Two more Indonesians have bird flu, new Pakistan caseBy Achmad Sukarsono
JAKARTA (Reuters) - Two more Indonesians were confirmed to have bird flu on Tuesday and Pakistan reported its first case in a year after finding the deadly virus in a small flock of chickens near the capital Islamabad.
Concern has grown since the H5N1 virus flared again in Asia in recent months, spreading through poultry flocks in South Korea, Japan, Thailand and Vietnam.
On Monday, Britain killed 160,000 turkeys following the discovery of bird flu on a turkey farm in eastern England. South Korea and Hong Kong on Tuesday joined Japan and Russia in banning British poultry.
In Indonesia, which has the highest human bird flu death toll, the latest human case was a girl from an upscale Jakarta neighbourhood who had caught a wild bird which died two days later, Joko Suyono of the health ministry's bird flu centre said.
The other was a West Java man who lived in an area where many poultry had died.
Indonesia, where many people keep chickens in their backyards, has had 63 human deaths from the highly pathogenic H5N1 bird flu virus, six of them this year.
The government has stepped up efforts to stamp out the virus which is endemic in poultry in most of the provinces in the country of 17,000 islands where most bird flu victims have caught the disease from contact with infected fowl.
In Pakistan, Mohammad Afzal, Livestock Commissioner at the Ministry of Agriculture, said all the chickens in the flock of about 40 birds at a house in Rawalpindi, a city adjoining Islamabad, had died or been culled as a result of H5N1.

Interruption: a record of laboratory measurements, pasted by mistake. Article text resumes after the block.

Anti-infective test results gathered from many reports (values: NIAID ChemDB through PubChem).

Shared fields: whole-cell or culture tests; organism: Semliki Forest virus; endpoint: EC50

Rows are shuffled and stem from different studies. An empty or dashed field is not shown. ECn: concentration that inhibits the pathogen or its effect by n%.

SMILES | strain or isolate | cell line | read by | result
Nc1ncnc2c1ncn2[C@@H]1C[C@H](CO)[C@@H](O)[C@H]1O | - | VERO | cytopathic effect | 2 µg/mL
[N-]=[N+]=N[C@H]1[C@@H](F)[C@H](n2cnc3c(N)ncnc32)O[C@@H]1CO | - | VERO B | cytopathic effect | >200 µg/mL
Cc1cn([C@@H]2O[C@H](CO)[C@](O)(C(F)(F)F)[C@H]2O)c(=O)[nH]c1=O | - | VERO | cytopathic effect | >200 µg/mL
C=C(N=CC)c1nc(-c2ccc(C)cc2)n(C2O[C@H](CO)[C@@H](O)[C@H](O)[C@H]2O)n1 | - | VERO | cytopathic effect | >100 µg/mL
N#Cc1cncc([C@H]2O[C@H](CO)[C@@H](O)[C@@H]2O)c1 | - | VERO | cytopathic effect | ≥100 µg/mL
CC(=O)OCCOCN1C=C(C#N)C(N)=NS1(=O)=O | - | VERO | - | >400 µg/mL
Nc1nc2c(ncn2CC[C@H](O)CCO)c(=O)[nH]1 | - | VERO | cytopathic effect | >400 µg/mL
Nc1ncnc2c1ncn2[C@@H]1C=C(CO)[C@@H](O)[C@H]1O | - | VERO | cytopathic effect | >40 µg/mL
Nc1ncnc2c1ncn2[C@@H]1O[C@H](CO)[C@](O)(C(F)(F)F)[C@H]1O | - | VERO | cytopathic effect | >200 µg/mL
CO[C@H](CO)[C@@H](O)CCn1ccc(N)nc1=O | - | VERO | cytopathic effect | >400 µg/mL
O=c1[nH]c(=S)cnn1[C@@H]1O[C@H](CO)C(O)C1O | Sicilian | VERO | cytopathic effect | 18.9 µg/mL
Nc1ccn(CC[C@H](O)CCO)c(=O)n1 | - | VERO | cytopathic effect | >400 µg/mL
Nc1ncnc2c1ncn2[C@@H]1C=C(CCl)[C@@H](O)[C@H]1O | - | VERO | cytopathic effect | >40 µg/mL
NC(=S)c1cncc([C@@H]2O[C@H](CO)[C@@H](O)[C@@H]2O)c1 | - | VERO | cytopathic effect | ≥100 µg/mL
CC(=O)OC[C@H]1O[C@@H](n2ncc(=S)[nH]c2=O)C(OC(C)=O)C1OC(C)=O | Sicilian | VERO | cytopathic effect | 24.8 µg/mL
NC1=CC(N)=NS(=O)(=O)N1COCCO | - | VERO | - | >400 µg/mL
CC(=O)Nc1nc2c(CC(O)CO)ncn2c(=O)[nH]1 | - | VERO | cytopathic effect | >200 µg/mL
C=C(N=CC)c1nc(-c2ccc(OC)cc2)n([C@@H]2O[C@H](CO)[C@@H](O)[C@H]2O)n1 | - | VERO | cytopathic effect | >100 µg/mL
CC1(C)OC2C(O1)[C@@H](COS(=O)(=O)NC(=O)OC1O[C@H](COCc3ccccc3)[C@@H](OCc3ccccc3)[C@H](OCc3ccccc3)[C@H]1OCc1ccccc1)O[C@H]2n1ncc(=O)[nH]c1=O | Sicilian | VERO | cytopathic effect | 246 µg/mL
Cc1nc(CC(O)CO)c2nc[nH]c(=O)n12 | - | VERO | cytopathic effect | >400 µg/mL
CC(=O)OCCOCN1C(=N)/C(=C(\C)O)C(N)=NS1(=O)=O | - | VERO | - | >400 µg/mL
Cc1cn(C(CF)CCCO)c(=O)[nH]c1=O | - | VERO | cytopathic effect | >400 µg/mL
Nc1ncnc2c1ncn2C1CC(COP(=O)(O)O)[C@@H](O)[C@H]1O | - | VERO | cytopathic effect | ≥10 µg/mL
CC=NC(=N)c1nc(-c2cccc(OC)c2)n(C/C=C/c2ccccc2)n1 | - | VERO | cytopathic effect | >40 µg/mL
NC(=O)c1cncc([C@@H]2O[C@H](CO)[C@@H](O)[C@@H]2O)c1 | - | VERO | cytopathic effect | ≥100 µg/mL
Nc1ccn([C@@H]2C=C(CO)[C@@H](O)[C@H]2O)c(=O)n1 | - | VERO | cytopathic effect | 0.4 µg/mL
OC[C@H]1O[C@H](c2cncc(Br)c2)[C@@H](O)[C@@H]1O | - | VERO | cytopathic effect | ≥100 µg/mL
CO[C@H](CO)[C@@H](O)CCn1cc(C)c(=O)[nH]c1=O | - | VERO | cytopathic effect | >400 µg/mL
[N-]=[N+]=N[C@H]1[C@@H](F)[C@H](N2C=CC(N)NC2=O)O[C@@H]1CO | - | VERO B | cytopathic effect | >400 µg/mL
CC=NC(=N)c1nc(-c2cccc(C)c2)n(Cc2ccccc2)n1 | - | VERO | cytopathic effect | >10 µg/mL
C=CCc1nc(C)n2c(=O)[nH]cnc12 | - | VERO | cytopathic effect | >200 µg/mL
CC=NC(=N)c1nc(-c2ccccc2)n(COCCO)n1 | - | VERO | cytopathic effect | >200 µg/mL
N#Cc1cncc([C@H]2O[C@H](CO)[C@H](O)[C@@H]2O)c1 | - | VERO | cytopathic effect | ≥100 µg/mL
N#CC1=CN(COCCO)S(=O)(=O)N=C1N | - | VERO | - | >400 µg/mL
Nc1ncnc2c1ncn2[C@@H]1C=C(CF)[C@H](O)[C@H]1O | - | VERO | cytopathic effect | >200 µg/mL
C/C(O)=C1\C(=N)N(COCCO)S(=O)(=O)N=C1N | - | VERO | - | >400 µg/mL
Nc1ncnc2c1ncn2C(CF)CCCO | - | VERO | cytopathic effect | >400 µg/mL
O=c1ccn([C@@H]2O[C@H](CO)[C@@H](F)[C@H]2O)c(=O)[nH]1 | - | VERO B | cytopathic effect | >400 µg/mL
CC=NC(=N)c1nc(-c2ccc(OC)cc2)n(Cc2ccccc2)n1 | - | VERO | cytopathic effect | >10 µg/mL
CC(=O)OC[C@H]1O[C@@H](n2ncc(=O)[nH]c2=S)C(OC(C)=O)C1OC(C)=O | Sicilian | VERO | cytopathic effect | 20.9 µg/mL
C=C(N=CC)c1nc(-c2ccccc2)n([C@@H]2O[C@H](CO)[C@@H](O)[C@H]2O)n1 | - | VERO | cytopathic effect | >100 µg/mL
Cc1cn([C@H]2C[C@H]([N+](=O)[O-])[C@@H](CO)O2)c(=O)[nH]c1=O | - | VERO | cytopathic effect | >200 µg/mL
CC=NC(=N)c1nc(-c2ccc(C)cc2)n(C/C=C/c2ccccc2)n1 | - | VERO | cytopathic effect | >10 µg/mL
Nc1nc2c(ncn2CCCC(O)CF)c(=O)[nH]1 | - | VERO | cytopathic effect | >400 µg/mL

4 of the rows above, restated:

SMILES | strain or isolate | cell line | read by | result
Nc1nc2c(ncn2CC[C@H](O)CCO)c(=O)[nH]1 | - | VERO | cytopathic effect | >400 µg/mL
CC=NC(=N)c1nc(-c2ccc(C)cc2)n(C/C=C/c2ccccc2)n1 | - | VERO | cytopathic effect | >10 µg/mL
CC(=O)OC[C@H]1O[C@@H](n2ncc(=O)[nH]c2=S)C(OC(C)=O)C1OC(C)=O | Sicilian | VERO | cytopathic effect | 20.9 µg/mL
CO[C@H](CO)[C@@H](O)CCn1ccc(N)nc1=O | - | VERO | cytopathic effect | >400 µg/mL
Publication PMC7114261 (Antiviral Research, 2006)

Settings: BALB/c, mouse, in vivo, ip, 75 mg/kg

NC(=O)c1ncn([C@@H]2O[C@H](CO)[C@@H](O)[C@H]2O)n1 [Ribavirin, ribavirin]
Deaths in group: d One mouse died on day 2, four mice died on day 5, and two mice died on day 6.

"It has been contained and there is no danger of the spread of this virus because there are no poultry farms near this house," he told Reuters.
Pakistan's first reported cases of H5N1 bird flu were found in chickens in February last year in North West Frontier Province. In all, about 40,000 chickens were culled. There have been no human cases in Pakistan.
The two new Indonesian cases came as Jakarta said it had stopped sharing human genetic samples of the most deadly strain of bird flu with foreign laboratories because it wanted to keep control of the intellectual property rights of the H5N1 strain.
"We can't share samples for free. There should be rules of the game for it," said the health ministry's spokeswoman, Lily Sulistyowati.
"Just imagine they could research, use and patent the Indonesia strain. We can't give the samples but we can share data in the gene bank."
Sulistyowati said Indonesia would sign a Memorandum of Understanding with U.S. medical products maker Baxter International on Wednesday to collaborate on making a human bird flu vaccine.
"The vaccine is to prevent poultry-to-human infection. That's what we need for the current situation and not for the future pandemic," she said.
Baxter confirmed it expected to conclude a "framework for future collaboration" with Indonesia this week, but said it would still abide by World Health Organisation rules on sharing virus samples, the Financial Times newspaper said.
No comment was immediately available from Baxter.
(Additional reporting by Mita Valina Liem in JAKARTA, Kang Shinye in Seoul and Nao Nakanishi in HONG KONG)